Ofloxacin is an antibiotic from the group of fluoroquinolones. It has a bactericidal effect and can therefore kill bacteria. Therefore, the antibiotic is prescribed for bacterial infections such as urinary or respiratory tract infections. Here you can find out everything you need to know about the use, effects and side effects of Ofloxacin.
This is how Ofloxacin works
Ofloxacin inhibits two vital enzymes of bacteria: topoisomerase II (gyrase) and topoisomerase IV. The genetic material of the bacteria, DNA, is a rope-shaped molecule that is strongly wound up and twisted in the cell nucleus for space reasons. In order to be able to read genetic information, the twisting of the DNA must be dissolved in places. Afterwards, the DNA strand has to twist again at this point. Bacteria need these enzymes for this breaking up and new twisting. However, ofloxacin inhibits these enzymes, so that the DNA cannot be read – the cell dies.
Absorption, degradation and excretion of ofloxacin
Ofloxacin is very well absorbed into the blood. When taken orally (via the mouth), the highest blood levels are reached after 30 to 60 minutes. Ofloxacin is hardly metabolized and is excreted mainly via the kidneys in the urine. About six hours after ingestion, half of the active substance has left the body again (half-life).
When is Ofloxacin used?
Ofloxacin helps with bacterial infections of the respiratory and urinary tract, bones, soft tissues and anterior eye segments as well as with bacterial pancreatitis. A prerequisite is that the respective pathogens react sensitively to ofloxacin.
How Ofloxacin is used
Ofloxacin is available in the form of tablets, eye drops and eye ointments. In the case of severe infections, the antibiotic can also be administered as an infusion because its effect occurs more quickly.
The dosage depends primarily on the type and severity of the disease, but also on individual factors such as the age of the patient and kidney function. For example, adults with uncomplicated urinary tract infections are usually prescribed a daily dose of 200 milligrams (mg) divided into two individual doses. It is usually taken over three days. In the case of kidney weakness, the doctor must reduce the dose. For more severe infections, the doctor prescribes a higher dose up to 400 milligrams of ofloxacin twice a day.
In the case of eye infections, one drop is usually given to the affected eye four times a day. When Ofloxacin is used as an eye ointment, patients usually have to apply a one centimetre long ointment strand to the corner of the eye three times a day. The maximum duration of the treatment is 14 days.
What are the side effects of Ofloxacin?
Common side effects of Ofloxacin are gastrointestinal complaints (especially diarrhoea). Sometimes liver dysfunction, headaches, dizziness, insomnia, restlessness, confusion, tachycardia and a temporary drop in blood pressure also develop. Side effects such as severe liver damage, jaundice, inflammation of the liver or kidneys, drowsiness, tremor, seizures, impaired vision, taste or smell, depression, hallucinations, nightmares, joint problems, tendon tears or blood count changes are very rare.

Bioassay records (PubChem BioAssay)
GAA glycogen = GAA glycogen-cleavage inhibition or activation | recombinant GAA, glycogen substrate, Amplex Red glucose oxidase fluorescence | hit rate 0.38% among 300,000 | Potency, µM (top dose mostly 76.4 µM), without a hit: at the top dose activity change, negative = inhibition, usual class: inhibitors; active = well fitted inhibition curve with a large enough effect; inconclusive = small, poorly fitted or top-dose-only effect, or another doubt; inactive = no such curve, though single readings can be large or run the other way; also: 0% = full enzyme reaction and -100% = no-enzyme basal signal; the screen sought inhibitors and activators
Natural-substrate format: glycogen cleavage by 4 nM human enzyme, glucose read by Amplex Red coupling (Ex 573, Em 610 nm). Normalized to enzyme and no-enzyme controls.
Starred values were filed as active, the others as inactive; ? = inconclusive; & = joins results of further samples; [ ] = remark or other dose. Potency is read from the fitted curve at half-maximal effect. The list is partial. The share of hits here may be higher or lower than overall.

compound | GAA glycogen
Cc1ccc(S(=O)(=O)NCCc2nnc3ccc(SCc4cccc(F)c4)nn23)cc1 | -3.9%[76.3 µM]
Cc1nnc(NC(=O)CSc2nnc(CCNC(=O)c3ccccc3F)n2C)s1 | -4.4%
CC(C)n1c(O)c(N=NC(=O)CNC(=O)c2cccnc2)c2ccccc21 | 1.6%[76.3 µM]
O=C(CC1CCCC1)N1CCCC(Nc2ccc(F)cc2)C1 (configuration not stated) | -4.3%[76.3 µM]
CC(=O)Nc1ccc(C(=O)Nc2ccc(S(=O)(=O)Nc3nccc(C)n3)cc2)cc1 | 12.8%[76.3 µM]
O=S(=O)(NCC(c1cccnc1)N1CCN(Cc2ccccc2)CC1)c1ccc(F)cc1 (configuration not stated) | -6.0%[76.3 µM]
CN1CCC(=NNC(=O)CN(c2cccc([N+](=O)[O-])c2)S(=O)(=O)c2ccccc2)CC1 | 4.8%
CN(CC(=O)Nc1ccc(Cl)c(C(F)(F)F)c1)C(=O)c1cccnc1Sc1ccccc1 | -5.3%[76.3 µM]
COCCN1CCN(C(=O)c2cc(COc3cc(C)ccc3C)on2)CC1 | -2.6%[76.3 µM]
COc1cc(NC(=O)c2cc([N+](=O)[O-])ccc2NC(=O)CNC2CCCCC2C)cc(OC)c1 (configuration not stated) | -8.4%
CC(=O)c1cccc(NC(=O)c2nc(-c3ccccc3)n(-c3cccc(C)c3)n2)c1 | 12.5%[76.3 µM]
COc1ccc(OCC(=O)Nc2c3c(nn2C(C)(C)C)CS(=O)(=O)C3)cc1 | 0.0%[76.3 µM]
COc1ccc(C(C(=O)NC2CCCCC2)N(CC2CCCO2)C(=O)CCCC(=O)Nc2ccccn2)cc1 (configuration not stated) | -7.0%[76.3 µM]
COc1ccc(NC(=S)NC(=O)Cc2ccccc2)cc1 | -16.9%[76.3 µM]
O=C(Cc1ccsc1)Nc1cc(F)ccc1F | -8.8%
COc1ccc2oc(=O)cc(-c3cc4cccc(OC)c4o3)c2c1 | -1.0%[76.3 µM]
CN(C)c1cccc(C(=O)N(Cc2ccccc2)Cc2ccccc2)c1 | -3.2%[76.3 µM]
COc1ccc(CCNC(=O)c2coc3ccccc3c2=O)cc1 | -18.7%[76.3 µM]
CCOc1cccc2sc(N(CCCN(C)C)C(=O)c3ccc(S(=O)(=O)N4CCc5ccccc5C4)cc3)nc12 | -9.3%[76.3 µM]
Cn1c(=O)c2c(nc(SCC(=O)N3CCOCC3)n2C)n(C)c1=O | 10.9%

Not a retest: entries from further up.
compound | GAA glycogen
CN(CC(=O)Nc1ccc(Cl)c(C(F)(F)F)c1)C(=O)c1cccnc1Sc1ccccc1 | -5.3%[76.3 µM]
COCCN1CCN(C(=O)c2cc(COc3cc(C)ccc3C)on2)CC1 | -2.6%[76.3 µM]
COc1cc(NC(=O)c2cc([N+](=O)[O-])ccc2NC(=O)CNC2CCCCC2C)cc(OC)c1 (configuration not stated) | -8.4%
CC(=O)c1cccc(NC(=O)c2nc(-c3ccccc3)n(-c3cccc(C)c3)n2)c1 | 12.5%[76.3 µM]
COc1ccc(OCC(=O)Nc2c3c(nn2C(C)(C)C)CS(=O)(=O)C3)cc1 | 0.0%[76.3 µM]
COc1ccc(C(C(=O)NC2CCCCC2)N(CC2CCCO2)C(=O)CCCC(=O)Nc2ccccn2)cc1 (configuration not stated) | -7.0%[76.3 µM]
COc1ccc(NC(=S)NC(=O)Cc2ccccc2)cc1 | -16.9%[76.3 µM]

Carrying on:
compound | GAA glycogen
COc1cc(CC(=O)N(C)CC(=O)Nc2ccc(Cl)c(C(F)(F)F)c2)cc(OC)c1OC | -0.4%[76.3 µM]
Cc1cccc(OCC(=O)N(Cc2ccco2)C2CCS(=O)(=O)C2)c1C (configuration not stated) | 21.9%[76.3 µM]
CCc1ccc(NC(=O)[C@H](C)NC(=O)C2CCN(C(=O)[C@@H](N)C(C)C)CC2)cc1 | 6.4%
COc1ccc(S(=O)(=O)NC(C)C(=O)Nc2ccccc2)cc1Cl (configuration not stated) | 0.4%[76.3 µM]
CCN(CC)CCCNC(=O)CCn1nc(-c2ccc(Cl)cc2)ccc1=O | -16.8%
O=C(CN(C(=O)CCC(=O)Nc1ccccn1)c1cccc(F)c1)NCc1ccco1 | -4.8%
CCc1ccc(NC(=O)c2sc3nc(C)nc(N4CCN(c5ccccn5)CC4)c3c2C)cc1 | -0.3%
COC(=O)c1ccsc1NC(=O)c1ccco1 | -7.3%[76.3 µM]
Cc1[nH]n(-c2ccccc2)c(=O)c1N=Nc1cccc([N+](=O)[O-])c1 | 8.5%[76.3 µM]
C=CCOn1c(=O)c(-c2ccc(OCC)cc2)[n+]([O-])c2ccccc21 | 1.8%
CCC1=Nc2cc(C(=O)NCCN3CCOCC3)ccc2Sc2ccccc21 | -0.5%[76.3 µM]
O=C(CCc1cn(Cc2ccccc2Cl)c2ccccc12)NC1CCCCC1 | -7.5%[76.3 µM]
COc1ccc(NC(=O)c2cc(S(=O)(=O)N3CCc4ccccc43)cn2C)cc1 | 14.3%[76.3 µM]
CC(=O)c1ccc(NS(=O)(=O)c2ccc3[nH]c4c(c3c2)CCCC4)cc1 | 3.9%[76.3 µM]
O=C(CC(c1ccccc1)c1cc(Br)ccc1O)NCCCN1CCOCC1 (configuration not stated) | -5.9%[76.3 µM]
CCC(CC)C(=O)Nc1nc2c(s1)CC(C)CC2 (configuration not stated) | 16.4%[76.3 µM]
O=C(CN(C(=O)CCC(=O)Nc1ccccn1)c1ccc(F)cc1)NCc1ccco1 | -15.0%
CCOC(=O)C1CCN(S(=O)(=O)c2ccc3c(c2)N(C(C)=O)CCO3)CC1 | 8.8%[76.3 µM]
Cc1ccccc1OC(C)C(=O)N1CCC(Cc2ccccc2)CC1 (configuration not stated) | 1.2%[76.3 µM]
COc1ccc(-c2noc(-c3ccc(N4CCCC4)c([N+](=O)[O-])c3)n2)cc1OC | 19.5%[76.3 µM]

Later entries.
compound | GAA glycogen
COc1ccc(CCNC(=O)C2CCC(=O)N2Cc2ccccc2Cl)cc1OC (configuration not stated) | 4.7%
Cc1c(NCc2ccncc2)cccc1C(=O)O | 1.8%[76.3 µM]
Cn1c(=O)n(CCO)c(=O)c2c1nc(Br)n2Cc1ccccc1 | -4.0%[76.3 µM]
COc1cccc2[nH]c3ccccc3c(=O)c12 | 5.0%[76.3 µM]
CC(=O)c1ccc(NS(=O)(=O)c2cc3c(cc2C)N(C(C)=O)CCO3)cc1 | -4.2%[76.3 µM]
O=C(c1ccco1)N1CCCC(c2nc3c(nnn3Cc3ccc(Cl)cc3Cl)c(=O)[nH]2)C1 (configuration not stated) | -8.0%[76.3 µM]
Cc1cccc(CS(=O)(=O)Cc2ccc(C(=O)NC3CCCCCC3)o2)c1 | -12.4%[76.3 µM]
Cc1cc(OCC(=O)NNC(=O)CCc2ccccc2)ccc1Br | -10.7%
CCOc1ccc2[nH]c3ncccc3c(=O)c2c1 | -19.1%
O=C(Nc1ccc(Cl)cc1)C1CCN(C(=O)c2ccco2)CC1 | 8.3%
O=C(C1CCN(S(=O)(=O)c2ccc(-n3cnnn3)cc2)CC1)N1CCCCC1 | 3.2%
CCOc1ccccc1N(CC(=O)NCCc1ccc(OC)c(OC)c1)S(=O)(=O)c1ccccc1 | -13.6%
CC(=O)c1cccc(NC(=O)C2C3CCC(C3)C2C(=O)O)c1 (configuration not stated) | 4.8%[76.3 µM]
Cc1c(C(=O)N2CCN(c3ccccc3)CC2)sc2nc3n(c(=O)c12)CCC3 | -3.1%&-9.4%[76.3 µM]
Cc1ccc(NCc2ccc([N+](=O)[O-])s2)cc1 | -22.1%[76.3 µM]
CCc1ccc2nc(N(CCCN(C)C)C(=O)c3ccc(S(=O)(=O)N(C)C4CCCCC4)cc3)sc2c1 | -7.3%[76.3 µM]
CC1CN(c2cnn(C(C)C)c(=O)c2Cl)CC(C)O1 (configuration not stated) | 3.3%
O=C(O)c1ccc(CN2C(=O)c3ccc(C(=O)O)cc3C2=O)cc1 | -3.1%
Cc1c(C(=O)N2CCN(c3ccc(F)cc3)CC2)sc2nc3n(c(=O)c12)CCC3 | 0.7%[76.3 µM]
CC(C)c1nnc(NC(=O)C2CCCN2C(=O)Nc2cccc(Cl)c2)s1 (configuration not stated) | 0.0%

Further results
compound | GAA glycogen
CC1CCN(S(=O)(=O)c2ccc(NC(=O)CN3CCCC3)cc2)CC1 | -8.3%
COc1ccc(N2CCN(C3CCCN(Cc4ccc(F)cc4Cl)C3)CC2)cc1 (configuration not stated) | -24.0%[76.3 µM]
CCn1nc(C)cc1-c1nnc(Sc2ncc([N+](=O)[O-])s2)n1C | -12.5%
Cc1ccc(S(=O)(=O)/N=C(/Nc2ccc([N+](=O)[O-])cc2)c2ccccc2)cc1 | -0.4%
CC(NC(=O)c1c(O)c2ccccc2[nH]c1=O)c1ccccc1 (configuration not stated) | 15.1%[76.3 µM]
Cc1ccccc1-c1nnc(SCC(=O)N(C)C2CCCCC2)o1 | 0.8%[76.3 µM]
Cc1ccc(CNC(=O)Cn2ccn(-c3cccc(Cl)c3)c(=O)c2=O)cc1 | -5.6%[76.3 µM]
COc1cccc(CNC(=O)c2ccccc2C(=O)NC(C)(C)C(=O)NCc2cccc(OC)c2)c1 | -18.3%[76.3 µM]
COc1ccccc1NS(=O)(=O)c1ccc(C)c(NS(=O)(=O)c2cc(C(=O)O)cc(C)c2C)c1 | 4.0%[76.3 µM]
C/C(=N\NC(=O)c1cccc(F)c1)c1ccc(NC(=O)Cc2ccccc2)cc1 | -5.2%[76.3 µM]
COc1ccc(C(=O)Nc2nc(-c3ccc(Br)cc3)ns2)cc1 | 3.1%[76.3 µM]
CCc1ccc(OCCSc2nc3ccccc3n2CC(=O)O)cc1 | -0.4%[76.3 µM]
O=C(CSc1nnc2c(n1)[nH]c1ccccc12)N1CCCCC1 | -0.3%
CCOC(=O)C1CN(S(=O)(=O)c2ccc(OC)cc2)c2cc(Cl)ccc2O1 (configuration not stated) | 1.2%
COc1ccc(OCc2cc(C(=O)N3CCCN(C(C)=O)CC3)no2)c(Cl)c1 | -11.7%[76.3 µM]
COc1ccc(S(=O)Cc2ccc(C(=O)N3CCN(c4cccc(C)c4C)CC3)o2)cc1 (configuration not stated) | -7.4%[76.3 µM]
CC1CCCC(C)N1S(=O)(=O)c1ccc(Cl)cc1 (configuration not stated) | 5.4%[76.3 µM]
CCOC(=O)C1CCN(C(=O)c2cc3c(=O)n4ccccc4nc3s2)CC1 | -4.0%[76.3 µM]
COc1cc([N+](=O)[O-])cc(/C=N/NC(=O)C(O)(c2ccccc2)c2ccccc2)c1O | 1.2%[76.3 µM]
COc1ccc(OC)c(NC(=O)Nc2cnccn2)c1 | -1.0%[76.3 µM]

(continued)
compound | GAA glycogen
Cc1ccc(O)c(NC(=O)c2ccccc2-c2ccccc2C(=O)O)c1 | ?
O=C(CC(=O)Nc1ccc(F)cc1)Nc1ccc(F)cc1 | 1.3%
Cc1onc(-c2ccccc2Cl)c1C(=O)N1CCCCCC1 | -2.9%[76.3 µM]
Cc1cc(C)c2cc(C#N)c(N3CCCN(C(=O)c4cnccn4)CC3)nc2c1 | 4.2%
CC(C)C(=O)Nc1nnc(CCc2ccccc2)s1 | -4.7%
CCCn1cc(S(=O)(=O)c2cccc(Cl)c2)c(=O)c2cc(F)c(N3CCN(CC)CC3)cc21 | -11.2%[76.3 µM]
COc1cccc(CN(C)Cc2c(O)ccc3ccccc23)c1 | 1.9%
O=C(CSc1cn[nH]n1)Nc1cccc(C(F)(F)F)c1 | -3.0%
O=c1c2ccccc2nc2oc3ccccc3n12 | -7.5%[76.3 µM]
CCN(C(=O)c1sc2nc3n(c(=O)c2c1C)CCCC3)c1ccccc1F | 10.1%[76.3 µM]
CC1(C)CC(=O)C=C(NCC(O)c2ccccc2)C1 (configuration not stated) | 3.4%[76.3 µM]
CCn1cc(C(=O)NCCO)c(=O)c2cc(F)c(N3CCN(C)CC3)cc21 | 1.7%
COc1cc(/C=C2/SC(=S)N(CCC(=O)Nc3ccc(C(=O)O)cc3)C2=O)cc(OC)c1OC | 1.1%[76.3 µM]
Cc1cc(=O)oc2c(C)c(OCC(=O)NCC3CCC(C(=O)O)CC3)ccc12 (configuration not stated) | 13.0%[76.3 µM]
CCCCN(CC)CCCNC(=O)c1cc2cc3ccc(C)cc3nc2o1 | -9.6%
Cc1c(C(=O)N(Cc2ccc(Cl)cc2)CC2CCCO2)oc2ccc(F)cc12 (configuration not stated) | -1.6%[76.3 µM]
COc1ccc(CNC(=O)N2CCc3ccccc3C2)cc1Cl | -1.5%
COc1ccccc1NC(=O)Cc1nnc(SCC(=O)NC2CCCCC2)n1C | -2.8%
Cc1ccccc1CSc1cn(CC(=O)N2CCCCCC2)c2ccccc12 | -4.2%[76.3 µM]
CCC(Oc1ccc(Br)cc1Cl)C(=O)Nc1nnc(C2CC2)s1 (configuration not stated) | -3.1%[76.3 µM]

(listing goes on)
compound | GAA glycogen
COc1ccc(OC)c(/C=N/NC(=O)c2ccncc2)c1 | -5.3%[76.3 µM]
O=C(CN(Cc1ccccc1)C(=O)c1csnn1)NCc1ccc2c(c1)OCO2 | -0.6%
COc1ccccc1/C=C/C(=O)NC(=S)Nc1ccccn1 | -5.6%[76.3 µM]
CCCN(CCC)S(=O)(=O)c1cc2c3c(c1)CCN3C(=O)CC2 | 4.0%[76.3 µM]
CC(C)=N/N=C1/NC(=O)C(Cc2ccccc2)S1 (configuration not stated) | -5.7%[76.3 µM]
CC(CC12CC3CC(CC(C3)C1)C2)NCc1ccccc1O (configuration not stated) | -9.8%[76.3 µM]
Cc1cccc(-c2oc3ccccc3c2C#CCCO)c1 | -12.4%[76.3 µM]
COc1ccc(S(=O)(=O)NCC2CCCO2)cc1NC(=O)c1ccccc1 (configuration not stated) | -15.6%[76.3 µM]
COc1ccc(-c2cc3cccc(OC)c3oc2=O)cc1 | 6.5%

If you suffer from severe side effects or unspecified complaints, please consult a doctor immediately.
What should I bear in mind when using Ofloxacin?
Ofloxacin must not be used in the following cases:
- hypersensitivity to the antibiotic
- Children and adolescents in the growth phase (danger of joint cartilage damage)
interactions with other medicines
The antibiotic should not be taken together with any medicine or food containing aluminium, magnesium, calcium, iron or zinc as these may interfere with the absorption of of ofloxacin. The antibiotic should be taken at least two hours before and at the earliest three hours after such medications or foods.
If the antibiotic is taken together with medications that also lower the seizure threshold, the risk of seizures increases. Such medicines include theophylline (for asthma) and non-steroidal anti-inflammatory drugs (NSAIDs) such as acetylsalicylic acid, ibuprofen or diclofenac.
Ofloxacin can increase the effect of coumarins (anticoagulants) and glibenclamide (antidiabetic agent). Other drug interactions are also possible, for example with Probenecid (gout agent), cimetidine (for heartburn and stomach ulcers), furosemide (diuretic agent) and methotrexate (for cancer and autoimmune diseases).
Pregnancy and lactation
Women should not use Ofloxacin during pregnancy and lactation. Instead, penicillins should be given for antibiotic therapy.
During treatment, patients should ensure that they have a sufficient supply of fluids, otherwise crystals may form in the urine (crystalluria).
If signs of tendinitis appear, treatment should be stopped immediately.